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The technology gives a glimpse of how the Navy could man and equip itself in the decades ahead. An unmanned seven-meter rigid hulled inflatable boat operates autonomously during an Office of Naval Research-sponsored demonstration of swarm boat technology.
The US Navy recently made a technological breakthrough on the James River in Virginia. For the first time, the service launched a fleet of “swarm boats” against a fake enemy target. It wasn’t the boats that were impressive, but the way they were being operated: There were no sailors on board — the vessels were piloting themselves.
The successful demonstration of swarm boat capabilities doesn’t just signify the development of a cool, new toy for the military. It also gives us a window into how the Navy could man and equip itself and fight in the decades ahead.
During the demonstration, a manned aircraft flying over the river identified a vessel that posed a threat to the capital ship and sent a signal directly to 13 swarm boats below.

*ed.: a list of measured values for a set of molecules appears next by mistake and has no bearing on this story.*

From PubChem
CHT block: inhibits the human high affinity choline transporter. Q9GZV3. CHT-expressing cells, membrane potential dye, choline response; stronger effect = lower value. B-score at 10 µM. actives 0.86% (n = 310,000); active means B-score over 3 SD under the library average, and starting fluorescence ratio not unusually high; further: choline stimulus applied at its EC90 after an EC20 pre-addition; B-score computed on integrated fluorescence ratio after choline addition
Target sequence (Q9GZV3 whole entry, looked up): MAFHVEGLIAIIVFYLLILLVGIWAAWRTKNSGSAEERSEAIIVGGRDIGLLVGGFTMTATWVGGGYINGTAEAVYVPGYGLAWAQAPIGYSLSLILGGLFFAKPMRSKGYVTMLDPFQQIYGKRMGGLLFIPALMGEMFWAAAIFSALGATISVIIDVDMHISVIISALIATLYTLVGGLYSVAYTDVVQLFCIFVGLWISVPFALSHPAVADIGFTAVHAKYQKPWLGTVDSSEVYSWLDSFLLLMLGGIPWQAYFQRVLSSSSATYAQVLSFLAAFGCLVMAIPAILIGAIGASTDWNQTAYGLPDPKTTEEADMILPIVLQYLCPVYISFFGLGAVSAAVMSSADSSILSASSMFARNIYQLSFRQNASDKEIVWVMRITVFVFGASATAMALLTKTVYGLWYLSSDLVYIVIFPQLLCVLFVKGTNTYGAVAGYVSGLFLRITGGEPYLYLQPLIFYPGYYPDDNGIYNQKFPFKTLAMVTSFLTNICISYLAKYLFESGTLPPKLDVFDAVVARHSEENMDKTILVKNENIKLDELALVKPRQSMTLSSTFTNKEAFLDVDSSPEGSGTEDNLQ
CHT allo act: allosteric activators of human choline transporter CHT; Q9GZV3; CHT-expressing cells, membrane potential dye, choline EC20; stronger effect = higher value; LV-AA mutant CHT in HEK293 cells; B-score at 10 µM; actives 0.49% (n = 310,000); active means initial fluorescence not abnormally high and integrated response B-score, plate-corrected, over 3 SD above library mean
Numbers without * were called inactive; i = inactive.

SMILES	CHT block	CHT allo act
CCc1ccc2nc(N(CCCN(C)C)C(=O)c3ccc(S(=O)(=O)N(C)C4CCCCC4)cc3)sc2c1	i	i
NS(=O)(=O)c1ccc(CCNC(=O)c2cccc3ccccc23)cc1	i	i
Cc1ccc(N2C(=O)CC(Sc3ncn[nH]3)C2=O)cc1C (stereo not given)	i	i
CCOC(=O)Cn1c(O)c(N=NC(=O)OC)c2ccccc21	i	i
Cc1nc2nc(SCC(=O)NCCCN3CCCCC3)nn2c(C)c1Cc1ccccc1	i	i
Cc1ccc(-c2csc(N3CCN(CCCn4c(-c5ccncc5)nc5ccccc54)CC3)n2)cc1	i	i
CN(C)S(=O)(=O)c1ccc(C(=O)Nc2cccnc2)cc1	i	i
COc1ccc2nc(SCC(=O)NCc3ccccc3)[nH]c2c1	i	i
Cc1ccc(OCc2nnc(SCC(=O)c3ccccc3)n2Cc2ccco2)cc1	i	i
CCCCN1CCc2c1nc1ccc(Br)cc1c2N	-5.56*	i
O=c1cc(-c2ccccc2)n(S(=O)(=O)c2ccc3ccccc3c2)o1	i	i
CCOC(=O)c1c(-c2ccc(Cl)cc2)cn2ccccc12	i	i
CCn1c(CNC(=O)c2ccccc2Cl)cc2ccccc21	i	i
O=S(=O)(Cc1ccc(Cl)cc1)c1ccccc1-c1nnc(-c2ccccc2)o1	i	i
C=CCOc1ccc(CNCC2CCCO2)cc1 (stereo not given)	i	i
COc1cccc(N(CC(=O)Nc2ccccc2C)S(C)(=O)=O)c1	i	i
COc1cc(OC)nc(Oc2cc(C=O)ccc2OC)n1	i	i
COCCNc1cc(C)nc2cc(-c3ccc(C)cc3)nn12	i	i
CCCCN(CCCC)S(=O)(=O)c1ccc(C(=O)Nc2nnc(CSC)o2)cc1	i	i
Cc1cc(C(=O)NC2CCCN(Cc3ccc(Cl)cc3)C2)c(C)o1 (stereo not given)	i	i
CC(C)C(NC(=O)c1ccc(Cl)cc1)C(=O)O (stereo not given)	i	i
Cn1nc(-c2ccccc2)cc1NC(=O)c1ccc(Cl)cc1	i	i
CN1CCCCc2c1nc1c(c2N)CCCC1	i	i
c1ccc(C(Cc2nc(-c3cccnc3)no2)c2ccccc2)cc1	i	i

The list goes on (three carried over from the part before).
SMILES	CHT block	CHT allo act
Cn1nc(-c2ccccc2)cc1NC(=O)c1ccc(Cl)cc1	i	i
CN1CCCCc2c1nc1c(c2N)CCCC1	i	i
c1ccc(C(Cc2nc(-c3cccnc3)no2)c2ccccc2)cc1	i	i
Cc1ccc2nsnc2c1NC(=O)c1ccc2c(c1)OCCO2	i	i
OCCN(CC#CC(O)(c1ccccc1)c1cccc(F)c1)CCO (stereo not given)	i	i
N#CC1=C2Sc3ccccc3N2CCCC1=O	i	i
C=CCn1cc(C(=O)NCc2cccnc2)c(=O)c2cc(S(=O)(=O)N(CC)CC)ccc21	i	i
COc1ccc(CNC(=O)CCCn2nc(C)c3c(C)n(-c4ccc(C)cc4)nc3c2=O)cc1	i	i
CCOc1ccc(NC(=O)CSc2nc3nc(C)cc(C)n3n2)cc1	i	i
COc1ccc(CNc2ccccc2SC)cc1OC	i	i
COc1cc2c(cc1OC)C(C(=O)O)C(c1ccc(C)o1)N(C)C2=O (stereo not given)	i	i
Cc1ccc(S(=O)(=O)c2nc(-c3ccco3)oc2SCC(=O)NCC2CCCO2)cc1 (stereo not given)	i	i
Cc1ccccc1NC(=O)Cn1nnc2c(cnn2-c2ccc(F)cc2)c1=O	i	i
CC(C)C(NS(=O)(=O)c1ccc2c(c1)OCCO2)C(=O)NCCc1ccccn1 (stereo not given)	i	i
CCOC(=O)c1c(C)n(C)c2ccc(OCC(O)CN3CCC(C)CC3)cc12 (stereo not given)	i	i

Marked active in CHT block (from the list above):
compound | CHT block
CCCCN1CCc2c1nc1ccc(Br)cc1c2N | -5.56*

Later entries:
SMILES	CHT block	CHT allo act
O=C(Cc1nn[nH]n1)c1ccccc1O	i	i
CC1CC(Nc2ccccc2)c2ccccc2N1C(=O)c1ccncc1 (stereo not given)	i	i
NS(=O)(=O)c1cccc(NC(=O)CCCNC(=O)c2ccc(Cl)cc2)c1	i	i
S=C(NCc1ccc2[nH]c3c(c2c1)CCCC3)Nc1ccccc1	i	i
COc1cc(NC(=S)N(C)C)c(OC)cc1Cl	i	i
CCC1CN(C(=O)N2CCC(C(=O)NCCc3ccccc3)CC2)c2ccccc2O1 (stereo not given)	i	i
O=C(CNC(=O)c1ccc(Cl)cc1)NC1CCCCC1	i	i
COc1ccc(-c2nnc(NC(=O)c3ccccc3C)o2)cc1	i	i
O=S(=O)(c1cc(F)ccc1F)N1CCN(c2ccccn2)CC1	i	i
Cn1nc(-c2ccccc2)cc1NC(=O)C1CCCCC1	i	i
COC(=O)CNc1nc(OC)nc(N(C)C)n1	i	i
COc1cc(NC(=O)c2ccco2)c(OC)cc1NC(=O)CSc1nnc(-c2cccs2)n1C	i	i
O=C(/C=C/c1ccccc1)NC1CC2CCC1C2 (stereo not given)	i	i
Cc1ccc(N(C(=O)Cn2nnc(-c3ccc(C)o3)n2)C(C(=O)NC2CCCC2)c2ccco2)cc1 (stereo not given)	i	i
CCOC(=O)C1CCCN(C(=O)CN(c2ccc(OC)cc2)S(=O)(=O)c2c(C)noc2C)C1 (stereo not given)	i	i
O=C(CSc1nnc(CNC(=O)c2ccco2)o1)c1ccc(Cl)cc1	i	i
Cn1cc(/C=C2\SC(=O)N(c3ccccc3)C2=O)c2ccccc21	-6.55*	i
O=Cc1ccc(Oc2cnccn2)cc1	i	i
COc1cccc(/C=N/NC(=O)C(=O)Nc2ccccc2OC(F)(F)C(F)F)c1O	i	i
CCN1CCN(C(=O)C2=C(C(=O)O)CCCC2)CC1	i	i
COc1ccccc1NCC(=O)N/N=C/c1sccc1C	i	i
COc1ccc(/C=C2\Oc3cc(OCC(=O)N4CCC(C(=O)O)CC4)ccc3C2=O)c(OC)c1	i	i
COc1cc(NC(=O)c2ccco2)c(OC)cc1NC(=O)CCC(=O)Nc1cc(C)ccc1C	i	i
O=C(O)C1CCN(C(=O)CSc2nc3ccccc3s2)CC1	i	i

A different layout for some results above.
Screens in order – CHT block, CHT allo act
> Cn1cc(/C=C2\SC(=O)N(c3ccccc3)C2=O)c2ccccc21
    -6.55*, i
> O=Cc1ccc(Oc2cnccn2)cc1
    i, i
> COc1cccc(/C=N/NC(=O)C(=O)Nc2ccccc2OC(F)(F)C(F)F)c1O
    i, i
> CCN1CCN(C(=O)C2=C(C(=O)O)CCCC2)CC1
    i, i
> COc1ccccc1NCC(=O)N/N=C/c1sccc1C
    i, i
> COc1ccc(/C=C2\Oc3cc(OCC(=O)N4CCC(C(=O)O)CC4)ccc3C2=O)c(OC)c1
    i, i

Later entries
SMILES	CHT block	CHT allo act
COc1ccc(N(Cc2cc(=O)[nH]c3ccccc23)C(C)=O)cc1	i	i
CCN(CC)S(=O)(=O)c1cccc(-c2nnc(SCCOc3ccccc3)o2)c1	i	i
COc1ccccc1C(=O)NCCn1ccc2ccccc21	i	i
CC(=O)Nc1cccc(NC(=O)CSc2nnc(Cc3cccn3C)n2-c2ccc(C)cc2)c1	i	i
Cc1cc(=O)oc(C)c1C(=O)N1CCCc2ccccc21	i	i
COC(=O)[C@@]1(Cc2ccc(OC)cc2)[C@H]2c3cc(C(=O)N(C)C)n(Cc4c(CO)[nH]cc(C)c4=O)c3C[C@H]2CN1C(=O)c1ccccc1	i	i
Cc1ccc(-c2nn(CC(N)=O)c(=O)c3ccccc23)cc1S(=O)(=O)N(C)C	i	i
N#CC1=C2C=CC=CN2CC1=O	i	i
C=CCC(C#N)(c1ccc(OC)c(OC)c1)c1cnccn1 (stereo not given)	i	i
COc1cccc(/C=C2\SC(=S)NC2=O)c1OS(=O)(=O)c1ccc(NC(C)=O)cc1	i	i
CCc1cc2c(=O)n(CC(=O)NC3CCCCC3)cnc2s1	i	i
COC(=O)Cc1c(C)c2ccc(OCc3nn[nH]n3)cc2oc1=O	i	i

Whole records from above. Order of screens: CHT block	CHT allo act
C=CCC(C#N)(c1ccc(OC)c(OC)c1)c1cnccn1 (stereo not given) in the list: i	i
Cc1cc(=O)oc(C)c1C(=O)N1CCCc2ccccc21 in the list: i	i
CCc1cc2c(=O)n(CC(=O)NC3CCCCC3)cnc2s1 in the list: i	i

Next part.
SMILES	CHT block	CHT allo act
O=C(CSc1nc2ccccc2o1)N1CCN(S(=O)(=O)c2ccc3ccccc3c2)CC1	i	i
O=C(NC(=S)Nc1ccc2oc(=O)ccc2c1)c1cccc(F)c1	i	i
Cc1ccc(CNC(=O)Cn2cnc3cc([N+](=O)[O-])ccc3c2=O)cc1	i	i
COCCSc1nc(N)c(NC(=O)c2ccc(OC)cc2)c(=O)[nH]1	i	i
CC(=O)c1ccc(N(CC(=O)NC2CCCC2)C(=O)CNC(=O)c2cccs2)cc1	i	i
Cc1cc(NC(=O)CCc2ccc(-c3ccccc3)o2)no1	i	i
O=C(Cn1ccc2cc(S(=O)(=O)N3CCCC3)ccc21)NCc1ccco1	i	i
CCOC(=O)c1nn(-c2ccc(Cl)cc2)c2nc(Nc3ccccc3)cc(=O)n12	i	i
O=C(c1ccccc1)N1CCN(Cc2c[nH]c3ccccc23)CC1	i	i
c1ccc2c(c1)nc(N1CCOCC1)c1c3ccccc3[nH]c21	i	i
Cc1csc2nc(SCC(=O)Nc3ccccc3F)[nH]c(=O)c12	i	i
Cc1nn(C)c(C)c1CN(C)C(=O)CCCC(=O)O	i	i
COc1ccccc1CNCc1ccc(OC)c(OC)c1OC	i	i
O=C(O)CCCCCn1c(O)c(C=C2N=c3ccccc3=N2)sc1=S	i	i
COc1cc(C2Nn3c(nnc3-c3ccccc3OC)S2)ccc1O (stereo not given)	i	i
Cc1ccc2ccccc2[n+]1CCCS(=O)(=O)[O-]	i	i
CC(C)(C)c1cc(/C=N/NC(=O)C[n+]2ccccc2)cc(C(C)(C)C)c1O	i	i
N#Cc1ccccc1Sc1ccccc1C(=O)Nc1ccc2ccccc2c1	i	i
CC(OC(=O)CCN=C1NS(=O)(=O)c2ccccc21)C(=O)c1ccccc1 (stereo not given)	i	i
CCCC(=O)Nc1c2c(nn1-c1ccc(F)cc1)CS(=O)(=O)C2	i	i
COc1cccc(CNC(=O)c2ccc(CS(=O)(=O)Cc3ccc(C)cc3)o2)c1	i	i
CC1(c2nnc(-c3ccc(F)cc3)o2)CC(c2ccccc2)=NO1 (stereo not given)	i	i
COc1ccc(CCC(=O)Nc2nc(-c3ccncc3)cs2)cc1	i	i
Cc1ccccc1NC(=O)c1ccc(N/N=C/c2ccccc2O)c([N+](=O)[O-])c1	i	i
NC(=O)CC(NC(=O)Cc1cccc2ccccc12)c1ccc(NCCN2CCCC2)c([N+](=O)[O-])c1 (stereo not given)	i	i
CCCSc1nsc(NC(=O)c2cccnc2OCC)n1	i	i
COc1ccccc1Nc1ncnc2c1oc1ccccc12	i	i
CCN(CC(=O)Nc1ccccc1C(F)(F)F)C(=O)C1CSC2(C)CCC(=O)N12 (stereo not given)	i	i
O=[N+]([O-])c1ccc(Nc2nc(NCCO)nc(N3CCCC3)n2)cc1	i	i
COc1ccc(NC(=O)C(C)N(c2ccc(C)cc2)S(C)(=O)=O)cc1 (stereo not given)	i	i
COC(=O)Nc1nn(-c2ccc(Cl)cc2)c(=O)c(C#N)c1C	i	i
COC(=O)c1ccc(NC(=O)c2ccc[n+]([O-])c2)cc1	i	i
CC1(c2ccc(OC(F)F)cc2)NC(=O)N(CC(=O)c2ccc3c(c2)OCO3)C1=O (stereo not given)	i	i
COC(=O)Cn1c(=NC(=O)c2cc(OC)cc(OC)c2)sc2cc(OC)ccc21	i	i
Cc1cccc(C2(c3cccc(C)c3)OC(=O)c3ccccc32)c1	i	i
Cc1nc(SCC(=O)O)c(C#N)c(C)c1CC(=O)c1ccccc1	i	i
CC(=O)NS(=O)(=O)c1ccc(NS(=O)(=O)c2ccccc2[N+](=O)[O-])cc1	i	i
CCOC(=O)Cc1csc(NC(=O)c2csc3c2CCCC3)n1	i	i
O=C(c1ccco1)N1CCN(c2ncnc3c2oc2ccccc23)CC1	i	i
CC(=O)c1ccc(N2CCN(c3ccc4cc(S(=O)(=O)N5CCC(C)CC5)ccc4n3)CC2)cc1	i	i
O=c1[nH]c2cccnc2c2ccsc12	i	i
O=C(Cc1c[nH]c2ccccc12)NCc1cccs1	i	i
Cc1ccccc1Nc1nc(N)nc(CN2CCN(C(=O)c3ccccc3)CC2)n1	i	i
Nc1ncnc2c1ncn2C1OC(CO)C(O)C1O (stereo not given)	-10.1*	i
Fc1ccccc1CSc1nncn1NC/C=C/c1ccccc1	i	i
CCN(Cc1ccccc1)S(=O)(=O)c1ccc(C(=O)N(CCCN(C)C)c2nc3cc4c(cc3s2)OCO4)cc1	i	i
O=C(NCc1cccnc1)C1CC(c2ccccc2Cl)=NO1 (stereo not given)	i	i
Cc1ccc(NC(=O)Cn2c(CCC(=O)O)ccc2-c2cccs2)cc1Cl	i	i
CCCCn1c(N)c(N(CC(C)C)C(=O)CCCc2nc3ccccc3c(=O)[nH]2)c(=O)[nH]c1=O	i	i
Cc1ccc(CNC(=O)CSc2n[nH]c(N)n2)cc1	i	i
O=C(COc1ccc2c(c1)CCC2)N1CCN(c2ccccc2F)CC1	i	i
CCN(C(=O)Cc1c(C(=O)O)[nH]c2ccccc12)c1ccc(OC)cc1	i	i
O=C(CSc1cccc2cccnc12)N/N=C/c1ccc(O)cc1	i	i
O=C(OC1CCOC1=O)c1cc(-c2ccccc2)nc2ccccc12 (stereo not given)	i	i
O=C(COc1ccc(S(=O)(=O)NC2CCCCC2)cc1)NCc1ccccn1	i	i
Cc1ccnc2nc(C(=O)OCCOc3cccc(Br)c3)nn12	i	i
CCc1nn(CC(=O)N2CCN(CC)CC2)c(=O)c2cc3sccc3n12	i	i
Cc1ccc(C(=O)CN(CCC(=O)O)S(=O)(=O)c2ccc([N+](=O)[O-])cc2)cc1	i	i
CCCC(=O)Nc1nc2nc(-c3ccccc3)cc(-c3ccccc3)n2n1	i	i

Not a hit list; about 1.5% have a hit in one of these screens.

The boats sensed their environment, planned their routes and maneuvered — without the assistance of a human operator — toward the danger in a synchronized fashion without hitting any of the dozens of ships and obstacles on the river. The boats’ paths were determined by sensors.
“Each boat was sharing situational awareness information. They were working as a team,” Robert Brizzolara, program manager at the Office of Naval Research, told reporters at the Pentagon last week.
Once the swarm boats got close to the target, they blocked the path between the enemy and the American ship.
Rear Adm. Matthew Klunder, the chief of naval research, said the swarm boats have the capability to thwart multiple moving vessels if deployed in large numbers. Rear Adm. Klunder envisions using up to 20 swarm boats at a time in tactical situations.
Lethal tools include .50-caliber machine guns and microwave-directed energy weapons. Nonlethal capabilities include the use of overwhelming noise and lights that could debilitate operators of enemy ships.
The autonomous maneuvering was made possible by a device that looks like a small silver box. The technology, which the Office of Naval Research calls Control Architecture for Robotic Agent Command and Sensing, or CARACaS, can be installed on almost any boat. Rear Adm. Klunder said it could potentially be put on larger ships, including destroyers.